Greece's embattled Finance Minister George Papaconstantinou is confident that his European peers will cough up to rescue his country from a debt default. The question is why?
All indications are that the Germans remain very nervous about handing any money at all. Indeed, Chancellor Angela Merkel and her team have fought such a development every step of the way.
The level of political ineptitude has been staggering. Very few of those involved in resolving the situation in Greece seem to have grasped the magnitude of the situation. This has turned a problem into a crisis.
Now, once again, we have mixed messages out of Berlin and once again it will be the markets that force the pace. The IMF understands this and while the fund has faced many criticisms in the past, at least it gets the fact that this is not the time for political maneuvering.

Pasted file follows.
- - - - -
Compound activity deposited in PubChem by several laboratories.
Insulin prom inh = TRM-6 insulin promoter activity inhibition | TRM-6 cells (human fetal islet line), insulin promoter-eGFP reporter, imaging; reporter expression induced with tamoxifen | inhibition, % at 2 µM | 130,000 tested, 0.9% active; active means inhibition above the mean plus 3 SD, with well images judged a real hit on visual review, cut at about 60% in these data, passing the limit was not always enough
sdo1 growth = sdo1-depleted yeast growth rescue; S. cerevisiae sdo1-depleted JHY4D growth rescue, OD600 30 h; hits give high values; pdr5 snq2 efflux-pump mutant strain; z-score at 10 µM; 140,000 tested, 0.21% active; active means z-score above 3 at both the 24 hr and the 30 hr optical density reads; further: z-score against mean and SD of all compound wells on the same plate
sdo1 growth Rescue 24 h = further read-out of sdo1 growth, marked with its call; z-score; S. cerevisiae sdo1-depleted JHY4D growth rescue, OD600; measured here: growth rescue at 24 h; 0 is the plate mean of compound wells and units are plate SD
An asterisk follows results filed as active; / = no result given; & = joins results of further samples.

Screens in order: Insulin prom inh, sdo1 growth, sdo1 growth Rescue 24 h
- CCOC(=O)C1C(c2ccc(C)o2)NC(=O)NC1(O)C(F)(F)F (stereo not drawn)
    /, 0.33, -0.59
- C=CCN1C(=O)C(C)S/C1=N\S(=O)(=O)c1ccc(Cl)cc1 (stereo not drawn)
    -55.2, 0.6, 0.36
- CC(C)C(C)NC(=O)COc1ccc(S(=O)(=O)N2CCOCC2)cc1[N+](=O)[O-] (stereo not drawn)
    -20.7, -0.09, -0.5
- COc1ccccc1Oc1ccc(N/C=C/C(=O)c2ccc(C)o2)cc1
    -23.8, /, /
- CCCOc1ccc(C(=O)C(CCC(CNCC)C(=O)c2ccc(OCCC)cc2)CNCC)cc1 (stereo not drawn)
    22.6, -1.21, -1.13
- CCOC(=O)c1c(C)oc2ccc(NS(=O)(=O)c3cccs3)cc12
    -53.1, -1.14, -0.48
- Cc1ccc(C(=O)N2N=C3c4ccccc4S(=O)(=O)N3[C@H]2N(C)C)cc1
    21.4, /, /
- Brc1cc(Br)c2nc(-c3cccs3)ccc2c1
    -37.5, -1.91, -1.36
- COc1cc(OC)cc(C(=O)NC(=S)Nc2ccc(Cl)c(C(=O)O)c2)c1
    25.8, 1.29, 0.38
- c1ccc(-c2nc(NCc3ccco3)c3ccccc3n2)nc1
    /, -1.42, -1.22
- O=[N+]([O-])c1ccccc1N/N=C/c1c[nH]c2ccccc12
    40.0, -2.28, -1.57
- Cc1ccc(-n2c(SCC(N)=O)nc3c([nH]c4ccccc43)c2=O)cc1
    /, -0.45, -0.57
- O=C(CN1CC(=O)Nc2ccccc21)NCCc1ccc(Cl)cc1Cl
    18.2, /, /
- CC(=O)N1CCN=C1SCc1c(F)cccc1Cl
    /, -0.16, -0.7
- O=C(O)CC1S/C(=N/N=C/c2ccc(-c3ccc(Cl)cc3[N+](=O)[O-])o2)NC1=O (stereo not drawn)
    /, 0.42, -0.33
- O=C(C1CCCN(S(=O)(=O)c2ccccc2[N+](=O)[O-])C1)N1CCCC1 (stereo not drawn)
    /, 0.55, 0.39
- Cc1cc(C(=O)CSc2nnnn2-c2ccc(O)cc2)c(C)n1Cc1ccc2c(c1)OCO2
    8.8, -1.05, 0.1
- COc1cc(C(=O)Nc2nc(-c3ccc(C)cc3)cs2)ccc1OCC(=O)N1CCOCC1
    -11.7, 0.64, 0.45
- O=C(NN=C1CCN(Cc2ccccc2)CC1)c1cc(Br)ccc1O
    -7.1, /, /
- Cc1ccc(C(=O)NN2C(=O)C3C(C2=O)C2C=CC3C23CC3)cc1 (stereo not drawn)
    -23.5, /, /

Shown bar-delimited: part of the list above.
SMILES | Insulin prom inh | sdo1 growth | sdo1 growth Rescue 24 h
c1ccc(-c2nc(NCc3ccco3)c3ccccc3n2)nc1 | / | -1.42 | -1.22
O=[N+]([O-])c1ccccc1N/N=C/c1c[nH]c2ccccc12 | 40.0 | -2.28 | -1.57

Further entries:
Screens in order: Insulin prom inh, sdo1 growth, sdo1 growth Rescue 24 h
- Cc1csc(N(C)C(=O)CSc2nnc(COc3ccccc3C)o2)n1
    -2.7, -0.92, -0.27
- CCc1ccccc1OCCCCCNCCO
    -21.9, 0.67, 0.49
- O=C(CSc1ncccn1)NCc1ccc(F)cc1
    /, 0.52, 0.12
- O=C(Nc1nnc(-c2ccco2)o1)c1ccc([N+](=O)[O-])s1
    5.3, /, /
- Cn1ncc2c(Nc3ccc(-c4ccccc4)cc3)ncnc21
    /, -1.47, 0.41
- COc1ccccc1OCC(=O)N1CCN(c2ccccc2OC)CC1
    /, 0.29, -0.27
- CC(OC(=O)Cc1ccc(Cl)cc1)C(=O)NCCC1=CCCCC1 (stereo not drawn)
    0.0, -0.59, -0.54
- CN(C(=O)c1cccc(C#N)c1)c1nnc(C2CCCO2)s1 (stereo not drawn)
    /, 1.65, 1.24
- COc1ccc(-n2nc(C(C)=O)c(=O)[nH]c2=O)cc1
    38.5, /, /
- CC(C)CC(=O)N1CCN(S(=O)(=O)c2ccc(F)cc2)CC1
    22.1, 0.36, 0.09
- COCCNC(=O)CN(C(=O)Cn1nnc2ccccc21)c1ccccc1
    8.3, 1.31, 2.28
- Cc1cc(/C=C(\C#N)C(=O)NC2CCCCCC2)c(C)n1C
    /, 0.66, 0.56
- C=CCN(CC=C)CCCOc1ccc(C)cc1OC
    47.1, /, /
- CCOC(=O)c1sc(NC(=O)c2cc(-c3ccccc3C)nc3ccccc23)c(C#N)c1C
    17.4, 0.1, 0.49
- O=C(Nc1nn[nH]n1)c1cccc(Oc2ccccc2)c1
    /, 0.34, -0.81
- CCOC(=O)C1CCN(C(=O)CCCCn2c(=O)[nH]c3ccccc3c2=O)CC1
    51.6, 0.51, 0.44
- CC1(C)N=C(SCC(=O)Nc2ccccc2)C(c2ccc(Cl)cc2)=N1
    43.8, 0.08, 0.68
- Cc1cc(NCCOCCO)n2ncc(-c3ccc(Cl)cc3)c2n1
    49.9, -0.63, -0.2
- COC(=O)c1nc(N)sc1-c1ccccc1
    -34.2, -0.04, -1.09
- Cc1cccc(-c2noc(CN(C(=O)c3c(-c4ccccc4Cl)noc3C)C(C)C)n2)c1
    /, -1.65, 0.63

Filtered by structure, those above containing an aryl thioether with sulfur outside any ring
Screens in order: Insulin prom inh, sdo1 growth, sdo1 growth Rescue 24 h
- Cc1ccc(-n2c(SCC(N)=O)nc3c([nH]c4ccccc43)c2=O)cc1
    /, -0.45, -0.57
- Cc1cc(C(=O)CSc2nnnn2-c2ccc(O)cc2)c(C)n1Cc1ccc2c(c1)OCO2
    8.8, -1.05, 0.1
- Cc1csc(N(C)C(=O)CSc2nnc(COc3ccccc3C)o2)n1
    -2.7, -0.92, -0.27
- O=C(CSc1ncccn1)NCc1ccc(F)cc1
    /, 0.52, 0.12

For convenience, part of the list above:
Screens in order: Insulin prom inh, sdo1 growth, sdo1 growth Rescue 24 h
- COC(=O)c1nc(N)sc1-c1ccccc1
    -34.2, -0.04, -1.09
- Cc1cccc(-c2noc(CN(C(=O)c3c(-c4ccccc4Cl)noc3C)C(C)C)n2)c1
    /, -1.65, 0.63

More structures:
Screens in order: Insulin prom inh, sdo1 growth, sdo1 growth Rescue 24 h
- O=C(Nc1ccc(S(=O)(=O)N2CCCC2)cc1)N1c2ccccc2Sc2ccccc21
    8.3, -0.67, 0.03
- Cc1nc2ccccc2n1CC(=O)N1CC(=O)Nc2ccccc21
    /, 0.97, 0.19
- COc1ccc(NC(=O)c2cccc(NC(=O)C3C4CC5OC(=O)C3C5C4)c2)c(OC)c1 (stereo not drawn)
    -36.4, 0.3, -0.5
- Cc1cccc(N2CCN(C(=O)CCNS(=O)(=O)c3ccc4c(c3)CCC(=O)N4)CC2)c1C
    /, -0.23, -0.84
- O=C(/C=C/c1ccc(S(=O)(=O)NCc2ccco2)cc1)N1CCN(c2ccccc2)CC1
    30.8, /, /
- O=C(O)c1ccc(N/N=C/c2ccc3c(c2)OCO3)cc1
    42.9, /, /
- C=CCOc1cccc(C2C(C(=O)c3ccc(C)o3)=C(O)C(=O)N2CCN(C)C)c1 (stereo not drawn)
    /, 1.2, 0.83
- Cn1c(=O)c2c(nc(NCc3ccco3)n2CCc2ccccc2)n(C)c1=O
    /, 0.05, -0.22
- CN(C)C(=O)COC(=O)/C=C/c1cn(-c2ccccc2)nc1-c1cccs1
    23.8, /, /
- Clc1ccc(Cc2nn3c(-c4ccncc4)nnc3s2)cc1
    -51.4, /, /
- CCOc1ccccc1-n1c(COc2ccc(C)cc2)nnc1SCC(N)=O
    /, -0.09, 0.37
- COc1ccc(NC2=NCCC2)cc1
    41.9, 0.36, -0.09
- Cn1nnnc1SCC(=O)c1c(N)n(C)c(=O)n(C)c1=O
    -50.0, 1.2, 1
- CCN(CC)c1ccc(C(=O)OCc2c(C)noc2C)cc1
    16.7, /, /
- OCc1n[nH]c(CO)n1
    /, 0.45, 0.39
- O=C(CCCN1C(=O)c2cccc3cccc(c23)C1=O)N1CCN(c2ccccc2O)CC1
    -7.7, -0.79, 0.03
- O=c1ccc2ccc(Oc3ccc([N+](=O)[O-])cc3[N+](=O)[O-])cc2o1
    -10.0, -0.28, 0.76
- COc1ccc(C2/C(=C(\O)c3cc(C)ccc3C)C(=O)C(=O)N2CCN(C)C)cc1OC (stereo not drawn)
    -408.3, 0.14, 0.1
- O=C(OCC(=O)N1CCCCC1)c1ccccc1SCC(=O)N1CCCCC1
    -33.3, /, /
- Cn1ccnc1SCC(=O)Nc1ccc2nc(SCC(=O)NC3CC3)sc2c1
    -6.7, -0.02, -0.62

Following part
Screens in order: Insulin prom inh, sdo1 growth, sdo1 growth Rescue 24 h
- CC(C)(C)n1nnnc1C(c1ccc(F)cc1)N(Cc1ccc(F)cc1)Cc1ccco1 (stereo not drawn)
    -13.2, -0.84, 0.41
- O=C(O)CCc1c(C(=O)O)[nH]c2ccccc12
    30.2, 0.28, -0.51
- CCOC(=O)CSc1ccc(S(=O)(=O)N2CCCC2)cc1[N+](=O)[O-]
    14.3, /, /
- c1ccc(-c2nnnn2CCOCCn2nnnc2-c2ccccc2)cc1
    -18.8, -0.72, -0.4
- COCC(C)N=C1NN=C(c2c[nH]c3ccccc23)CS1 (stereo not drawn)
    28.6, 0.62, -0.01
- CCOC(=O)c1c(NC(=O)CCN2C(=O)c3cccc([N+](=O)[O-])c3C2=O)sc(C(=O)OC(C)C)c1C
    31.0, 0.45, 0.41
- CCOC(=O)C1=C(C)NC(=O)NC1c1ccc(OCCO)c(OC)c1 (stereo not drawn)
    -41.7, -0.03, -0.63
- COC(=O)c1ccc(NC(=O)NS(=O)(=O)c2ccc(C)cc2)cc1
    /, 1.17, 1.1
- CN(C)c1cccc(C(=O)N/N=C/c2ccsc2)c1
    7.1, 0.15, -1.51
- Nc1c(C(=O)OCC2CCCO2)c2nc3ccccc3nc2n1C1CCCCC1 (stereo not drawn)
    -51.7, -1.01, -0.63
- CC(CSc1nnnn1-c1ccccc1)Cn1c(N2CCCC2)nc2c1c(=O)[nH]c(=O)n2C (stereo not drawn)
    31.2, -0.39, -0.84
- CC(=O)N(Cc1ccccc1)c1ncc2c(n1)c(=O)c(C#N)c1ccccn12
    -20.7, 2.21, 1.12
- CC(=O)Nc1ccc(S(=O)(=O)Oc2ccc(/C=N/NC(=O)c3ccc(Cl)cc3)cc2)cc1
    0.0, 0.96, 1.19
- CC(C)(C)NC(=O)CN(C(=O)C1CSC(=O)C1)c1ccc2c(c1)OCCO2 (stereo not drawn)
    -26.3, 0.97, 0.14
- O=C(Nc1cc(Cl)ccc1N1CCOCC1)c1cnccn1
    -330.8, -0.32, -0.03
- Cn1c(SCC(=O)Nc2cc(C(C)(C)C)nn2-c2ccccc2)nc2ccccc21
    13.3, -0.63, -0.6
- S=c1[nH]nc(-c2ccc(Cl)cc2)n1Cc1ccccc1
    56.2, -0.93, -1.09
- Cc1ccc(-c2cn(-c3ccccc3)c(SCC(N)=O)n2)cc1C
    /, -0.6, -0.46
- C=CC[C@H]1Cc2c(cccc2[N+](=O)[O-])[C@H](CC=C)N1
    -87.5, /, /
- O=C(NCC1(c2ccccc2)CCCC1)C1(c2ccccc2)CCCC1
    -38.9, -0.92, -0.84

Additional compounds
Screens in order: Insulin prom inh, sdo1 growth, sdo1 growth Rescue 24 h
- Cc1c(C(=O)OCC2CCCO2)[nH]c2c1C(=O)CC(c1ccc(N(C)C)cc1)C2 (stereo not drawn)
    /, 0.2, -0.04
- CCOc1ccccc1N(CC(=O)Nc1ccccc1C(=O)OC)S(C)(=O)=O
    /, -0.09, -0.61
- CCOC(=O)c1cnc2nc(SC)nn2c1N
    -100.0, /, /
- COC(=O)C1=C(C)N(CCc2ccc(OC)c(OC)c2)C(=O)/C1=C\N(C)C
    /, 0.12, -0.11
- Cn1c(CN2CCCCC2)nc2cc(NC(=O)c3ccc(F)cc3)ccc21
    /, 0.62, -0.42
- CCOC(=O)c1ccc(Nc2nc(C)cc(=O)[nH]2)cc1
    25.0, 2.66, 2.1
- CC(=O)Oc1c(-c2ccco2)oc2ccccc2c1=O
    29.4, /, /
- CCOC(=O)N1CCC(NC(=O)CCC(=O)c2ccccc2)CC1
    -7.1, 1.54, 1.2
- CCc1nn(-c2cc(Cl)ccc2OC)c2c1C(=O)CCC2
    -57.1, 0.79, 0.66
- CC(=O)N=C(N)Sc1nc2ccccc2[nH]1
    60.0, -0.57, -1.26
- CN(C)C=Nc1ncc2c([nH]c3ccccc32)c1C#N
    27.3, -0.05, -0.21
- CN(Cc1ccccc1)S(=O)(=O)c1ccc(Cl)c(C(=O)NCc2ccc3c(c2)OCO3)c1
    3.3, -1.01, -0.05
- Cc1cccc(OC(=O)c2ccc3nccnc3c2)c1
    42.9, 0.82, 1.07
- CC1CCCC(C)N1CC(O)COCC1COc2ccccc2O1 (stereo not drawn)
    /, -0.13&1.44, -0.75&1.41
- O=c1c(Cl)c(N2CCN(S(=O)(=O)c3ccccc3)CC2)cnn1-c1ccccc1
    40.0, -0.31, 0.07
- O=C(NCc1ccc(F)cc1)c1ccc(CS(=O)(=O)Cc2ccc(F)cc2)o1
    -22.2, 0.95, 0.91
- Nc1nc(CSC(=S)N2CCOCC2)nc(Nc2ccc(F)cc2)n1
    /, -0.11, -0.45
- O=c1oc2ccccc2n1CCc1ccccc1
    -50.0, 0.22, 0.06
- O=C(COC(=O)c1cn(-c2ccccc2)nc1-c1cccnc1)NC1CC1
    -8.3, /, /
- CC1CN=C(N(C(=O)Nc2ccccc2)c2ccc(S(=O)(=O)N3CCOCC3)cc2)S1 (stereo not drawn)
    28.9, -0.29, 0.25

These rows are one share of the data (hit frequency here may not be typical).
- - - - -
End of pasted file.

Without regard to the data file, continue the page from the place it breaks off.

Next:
It will be the IMF that comes up with money for Greece first while the EU dithers.
The price the IMF will demand though will be steep. Greece must come up with a plan to turn a primary deficit into a primary surplus. It has plenty of fat to cut but, as we all know, diets are hard to stick to. And while year one might be easy further down the road the temptation will be to go back on the promises made.
Consequently, there needs to be as part of any plan that is being put together clear road markers that creditors can understand and assess.
There is a chance that Greece will bounce back from this low point strongly. But even if the numbers do improve, it will be a long while before investors are able to give Athens any credibility. And the cost of capital for Greece will remain elevated for a considerable period.